Choose a Resourceful, Aggressive, Experienced Embezzlement Defense Attorney
Considered a white collar crime, embezzlement involves an employee or other member or trustee of an organization or company taking money for their own use. A conviction can have significant consequences that include jail time, fines, and long-term reductions in employment options. The good news is that there are defense options and Simmons Wagner, LLP can find the right one for you. Call us now at (949) 439-5857 for more information.
The Prosecution Must Prove These Four Elements for an Embezzlement Conviction
In order to be found guilty of embezzlement, the prosecution must have proven:
- You had some type of relationship with the victim. This is often an employer / employee relationship but not always.
- You were entrusted to property, money, or something else of value within the scope of that relationship.
- You took the property, money, or valued item.
- You took the property, money, or valued item with the intent to deprive the legal owner of their property.
If all three elements are not present, then you did not legally commit embezzlement – though you might be guilty of a different theft crime.
Examples of Embezzlement
While many people think of embezzlement only in terms of a high-powered executive stealing money from the company for whom they work, this is far from the only situation that involves embezzlement. Consider these other examples for a better understanding of how many different situations can qualify.
- A valet parking attendant takes a car they were entrusted without for a joy ride without the permission of the owner.
- A person who holds Power of Attorney for a disabled relative takes money from that relative’s bank account and uses it for their own purposes.
- A trustee who is not a beneficiary of the trust they are in charge of takes money from it, or loans themselves money, without the permission of the beneficiary of the trust.
These are only a few examples. Whatever the specifics are of your case, you can trust Simmons Wagner, LLP to help you.
Charges of and Penalties for Embezzlement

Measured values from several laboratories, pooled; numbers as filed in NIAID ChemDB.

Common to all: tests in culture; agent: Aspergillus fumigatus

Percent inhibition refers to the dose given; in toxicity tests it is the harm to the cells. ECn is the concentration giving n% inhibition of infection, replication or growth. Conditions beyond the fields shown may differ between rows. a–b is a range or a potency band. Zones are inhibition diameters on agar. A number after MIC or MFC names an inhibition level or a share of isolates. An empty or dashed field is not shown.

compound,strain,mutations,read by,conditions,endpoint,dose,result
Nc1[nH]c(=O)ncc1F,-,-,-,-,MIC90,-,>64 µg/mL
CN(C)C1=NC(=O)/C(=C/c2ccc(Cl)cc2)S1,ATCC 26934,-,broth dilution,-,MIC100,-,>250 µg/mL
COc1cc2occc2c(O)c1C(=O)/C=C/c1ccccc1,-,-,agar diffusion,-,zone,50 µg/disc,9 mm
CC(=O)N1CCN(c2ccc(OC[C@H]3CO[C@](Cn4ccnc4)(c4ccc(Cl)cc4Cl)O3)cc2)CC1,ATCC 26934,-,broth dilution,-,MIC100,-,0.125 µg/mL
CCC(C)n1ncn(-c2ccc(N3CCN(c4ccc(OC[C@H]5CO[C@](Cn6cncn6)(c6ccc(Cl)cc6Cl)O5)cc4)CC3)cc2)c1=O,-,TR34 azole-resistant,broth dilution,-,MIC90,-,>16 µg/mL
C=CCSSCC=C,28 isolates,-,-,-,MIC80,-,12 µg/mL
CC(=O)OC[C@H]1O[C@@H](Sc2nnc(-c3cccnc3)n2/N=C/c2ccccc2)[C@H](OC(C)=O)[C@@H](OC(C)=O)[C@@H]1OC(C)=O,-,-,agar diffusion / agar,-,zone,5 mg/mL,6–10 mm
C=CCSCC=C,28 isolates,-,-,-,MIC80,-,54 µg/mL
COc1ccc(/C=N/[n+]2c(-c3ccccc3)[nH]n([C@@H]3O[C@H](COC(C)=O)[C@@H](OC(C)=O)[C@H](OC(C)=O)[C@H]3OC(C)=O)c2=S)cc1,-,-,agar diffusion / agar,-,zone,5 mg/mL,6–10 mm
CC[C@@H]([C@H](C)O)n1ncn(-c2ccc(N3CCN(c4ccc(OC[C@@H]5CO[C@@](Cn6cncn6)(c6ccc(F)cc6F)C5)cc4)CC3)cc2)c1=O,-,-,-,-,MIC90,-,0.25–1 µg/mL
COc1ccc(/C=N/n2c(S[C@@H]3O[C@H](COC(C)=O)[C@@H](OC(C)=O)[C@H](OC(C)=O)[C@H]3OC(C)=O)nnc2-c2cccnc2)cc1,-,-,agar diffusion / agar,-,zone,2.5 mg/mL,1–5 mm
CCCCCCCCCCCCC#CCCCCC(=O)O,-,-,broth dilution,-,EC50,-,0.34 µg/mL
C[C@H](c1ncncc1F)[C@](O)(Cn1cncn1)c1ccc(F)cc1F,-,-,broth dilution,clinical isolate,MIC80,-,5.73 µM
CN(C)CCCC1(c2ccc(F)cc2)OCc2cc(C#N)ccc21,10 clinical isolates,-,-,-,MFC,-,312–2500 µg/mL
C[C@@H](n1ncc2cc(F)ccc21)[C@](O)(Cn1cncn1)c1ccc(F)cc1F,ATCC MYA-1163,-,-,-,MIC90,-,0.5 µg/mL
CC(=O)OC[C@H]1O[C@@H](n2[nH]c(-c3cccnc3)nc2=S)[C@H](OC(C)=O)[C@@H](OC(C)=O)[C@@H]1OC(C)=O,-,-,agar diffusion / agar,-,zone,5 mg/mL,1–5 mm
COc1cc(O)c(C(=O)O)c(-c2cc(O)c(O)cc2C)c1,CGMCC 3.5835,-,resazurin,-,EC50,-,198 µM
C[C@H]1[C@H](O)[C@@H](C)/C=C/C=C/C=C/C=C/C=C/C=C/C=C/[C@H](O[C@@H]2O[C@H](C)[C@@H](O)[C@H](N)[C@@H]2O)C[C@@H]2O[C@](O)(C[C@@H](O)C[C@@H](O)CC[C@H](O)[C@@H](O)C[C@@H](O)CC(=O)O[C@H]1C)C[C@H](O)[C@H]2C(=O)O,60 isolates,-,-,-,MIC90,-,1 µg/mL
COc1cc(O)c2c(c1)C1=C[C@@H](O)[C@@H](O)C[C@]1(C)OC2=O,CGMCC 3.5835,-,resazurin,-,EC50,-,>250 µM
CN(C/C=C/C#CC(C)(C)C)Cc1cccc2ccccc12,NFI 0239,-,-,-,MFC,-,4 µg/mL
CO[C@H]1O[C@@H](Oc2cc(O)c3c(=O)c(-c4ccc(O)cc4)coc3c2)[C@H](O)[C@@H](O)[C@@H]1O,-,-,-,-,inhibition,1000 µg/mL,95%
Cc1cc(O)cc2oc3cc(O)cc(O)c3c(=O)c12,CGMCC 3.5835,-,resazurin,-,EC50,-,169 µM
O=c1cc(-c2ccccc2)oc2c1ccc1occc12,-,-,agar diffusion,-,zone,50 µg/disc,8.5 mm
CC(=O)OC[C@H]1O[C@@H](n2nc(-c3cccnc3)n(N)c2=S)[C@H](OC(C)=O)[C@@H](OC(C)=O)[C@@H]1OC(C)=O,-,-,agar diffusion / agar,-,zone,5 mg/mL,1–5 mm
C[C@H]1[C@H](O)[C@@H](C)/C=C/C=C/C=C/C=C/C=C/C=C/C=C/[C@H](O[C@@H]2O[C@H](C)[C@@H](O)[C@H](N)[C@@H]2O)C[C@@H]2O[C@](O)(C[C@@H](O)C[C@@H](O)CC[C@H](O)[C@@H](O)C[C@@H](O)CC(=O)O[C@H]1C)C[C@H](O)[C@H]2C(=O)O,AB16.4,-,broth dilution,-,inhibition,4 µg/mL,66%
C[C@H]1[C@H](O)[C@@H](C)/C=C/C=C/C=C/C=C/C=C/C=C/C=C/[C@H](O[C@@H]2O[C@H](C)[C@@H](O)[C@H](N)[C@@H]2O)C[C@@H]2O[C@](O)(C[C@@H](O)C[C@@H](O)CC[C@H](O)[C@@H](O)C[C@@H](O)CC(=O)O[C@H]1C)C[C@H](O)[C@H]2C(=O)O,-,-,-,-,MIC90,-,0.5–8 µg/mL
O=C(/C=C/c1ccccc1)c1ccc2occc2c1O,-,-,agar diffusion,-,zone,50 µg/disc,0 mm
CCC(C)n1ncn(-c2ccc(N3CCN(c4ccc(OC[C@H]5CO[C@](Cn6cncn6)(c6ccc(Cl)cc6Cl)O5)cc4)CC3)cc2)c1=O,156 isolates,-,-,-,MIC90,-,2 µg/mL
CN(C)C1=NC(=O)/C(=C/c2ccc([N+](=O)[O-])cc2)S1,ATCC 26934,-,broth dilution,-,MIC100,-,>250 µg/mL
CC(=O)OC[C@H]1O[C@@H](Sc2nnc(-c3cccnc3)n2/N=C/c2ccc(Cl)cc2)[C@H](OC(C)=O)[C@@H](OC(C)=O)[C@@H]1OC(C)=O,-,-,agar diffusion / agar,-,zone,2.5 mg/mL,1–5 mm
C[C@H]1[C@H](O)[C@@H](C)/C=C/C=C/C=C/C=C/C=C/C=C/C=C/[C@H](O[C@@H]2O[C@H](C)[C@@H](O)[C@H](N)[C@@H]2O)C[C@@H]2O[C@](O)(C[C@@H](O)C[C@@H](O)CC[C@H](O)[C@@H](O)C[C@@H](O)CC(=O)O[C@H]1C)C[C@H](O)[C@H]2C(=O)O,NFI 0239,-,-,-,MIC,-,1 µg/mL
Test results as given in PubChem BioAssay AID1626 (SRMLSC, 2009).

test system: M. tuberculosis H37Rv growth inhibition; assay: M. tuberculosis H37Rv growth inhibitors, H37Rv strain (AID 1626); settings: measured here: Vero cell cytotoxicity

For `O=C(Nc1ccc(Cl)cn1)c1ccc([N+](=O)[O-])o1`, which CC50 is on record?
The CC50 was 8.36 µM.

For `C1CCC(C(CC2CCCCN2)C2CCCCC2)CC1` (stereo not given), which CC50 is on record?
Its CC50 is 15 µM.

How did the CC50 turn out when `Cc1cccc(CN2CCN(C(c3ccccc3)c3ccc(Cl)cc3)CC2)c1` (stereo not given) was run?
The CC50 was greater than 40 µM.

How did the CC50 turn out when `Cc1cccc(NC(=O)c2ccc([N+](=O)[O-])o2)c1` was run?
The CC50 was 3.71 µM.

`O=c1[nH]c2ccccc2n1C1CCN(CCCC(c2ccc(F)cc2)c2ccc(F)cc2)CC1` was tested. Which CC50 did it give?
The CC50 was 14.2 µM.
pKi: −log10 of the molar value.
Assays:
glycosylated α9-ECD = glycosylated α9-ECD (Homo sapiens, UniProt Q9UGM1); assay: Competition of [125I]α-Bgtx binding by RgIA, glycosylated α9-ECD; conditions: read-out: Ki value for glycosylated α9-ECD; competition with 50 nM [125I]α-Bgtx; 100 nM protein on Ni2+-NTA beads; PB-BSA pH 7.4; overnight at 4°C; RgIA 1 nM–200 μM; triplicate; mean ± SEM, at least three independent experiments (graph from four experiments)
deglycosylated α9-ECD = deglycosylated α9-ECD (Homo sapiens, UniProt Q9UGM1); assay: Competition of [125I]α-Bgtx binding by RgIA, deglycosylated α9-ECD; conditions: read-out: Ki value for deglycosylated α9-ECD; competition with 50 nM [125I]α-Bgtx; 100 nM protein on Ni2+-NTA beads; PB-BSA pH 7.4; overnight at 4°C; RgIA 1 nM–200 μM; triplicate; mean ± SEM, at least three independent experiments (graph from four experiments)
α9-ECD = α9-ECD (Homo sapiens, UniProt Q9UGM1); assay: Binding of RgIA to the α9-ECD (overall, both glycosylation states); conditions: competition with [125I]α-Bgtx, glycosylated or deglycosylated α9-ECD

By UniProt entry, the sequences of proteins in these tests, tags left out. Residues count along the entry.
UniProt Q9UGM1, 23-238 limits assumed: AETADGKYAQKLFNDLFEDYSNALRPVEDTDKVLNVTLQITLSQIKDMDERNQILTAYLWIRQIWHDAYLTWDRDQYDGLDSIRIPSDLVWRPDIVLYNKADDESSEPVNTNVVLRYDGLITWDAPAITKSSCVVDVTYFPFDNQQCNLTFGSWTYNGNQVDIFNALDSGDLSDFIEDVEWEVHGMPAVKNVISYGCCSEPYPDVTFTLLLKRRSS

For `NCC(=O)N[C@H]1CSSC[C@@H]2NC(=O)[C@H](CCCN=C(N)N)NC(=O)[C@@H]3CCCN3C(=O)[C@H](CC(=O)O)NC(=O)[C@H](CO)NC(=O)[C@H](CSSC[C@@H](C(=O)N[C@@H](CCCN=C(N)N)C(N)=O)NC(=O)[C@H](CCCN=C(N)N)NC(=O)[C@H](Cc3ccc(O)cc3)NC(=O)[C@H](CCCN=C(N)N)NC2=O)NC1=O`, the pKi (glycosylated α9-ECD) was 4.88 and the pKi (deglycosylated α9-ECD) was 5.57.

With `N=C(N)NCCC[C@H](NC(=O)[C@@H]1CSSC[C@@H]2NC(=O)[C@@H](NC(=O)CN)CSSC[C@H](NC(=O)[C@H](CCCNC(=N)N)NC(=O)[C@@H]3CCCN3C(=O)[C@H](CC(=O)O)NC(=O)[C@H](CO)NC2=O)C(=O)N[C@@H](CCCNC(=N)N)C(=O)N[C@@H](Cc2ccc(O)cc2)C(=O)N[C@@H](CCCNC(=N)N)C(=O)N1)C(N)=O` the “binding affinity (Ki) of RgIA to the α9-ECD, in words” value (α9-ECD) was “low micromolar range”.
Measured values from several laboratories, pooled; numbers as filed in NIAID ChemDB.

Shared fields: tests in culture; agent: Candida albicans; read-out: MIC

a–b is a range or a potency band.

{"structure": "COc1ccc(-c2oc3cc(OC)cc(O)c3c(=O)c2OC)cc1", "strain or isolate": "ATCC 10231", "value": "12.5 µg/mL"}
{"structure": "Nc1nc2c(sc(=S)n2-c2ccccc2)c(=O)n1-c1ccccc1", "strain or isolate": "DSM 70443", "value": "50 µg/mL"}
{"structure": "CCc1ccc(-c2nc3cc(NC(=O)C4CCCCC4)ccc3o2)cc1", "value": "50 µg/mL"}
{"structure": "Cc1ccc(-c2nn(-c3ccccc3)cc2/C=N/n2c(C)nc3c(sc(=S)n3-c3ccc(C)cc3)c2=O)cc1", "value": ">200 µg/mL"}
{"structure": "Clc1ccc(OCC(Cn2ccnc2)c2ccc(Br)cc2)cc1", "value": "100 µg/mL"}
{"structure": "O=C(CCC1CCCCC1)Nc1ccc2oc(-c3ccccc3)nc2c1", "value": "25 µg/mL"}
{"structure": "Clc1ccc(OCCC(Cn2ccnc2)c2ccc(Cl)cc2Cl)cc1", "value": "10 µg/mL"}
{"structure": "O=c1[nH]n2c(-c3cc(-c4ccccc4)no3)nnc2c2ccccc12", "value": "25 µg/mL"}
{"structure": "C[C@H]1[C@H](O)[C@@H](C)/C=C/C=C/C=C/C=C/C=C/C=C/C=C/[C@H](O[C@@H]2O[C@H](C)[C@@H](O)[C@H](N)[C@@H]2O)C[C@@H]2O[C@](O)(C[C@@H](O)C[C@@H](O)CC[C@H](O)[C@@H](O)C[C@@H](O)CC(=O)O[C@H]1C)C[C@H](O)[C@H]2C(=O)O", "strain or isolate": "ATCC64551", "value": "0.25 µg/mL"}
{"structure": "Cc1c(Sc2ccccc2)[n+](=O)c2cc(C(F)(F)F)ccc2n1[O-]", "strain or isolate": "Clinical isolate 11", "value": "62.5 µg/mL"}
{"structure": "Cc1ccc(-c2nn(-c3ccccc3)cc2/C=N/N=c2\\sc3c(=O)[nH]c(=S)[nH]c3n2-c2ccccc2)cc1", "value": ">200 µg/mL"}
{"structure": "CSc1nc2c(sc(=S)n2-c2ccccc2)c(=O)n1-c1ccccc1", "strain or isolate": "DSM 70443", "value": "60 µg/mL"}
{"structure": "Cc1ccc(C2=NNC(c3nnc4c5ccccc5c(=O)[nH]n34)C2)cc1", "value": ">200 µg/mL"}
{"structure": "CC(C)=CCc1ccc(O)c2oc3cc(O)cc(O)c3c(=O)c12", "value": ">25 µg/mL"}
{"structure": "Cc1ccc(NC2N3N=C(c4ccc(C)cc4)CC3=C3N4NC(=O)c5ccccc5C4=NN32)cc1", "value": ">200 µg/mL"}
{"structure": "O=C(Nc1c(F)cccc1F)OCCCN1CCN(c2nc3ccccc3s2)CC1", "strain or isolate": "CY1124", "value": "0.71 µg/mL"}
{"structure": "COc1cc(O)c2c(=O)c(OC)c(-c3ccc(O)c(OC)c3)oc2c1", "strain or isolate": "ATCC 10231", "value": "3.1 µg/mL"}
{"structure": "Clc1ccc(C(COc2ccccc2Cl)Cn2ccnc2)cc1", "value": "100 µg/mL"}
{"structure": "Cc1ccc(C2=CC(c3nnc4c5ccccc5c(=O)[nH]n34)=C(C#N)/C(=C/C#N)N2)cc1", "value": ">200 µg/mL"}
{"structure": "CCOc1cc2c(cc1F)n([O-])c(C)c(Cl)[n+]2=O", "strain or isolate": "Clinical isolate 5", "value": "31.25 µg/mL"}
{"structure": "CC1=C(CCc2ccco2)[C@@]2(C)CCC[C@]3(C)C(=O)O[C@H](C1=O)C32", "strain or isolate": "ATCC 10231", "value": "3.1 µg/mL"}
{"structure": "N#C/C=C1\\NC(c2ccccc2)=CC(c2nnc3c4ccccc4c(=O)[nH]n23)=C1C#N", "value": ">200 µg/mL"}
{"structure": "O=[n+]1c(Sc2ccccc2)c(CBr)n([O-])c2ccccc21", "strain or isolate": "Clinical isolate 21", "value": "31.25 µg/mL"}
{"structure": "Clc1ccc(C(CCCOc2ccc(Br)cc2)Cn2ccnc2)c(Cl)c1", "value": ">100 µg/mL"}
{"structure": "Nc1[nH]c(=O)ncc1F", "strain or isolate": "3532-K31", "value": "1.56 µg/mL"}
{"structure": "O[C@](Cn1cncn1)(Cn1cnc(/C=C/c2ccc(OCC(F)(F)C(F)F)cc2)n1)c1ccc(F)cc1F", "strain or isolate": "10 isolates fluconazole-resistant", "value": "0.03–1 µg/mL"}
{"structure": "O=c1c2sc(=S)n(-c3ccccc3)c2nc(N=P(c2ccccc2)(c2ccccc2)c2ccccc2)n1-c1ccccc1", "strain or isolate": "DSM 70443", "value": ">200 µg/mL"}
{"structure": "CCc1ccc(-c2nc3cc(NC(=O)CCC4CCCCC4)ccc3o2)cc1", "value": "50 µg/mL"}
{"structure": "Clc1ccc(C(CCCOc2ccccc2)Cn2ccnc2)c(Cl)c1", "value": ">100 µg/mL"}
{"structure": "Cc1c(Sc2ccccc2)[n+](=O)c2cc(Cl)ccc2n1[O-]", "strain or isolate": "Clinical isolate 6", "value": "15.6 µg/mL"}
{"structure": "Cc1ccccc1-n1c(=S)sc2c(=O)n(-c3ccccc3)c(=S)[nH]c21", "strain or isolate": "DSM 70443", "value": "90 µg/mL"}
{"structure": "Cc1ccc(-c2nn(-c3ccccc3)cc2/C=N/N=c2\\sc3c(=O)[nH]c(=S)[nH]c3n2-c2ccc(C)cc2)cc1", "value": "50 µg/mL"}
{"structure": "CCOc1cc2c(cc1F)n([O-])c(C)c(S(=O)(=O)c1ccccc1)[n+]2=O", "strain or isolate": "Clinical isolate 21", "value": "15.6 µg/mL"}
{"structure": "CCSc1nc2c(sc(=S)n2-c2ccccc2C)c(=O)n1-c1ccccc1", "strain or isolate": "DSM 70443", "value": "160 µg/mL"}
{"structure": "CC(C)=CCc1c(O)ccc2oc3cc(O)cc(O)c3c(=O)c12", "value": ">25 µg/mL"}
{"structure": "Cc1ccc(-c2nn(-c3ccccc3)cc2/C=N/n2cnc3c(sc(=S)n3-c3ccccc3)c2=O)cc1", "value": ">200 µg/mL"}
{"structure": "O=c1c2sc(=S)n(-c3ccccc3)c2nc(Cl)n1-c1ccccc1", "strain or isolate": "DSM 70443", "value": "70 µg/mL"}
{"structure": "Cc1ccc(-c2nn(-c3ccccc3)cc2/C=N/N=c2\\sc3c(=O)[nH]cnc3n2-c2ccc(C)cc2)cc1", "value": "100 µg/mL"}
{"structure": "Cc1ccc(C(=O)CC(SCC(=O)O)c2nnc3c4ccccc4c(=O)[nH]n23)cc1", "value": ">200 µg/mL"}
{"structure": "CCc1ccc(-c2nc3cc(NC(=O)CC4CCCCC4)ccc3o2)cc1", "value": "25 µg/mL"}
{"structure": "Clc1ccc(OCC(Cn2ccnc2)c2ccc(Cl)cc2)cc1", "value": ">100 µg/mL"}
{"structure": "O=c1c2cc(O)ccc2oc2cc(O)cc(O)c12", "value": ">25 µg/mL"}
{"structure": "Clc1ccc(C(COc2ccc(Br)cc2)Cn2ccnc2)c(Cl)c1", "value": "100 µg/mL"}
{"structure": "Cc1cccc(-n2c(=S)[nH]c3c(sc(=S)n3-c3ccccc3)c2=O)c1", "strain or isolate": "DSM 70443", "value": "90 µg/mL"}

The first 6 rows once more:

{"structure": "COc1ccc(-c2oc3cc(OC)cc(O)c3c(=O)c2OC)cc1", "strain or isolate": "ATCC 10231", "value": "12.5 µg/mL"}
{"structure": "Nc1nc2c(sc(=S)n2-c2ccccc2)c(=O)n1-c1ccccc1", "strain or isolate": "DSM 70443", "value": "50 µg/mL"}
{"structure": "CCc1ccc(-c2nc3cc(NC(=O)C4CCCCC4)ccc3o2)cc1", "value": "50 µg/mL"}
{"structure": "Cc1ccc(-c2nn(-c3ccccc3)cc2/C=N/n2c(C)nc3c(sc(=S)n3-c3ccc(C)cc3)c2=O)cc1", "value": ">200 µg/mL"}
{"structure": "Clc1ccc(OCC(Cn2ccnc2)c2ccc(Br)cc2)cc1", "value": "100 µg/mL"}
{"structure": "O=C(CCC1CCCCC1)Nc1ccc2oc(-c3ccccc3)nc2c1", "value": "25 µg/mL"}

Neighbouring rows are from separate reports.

Potential penalties for an embezzlement conviction can include time in prison, large fines, counseling, and restitution to the victims.
- A first embezzlement offense involving money or goods worth less than $950 is punishable with community service, informal probation, and a small fine.
- A second embezzlement offense can be charged as a felony with punishments of up to one year in county jail or three years in prison.
- If the value of the money or goods stolen exceeded $950 then it is a wobbler and can be charged as a felony or grand theft. The penalties can include up to 16 months in prison, fines, probation or parole, court-ordered counseling, and restitution.
As is true of most criminal convictions, the specific consequences a person will face will depend on the specifics of the crime and their criminal history, amongst other factors.
There Are Defense Options to Charges of Embezzlement
The right defense for your case will depend on the specifics of your case. Remember that all we have to do is show that one element of the prosecution’s case has not been proven beyond a reasonable doubt. This could include showing:
- You had a lack of intent to steal anything
- You had a good faith belief that what you took was yours
- The facts used against you are inaccurate or false
In the event that there is a strong case against you, we can still argue for a more lenient sentence via a plea deal. You can count on Simmons Wagner, LLP to argue aggressively for the best possible outcome.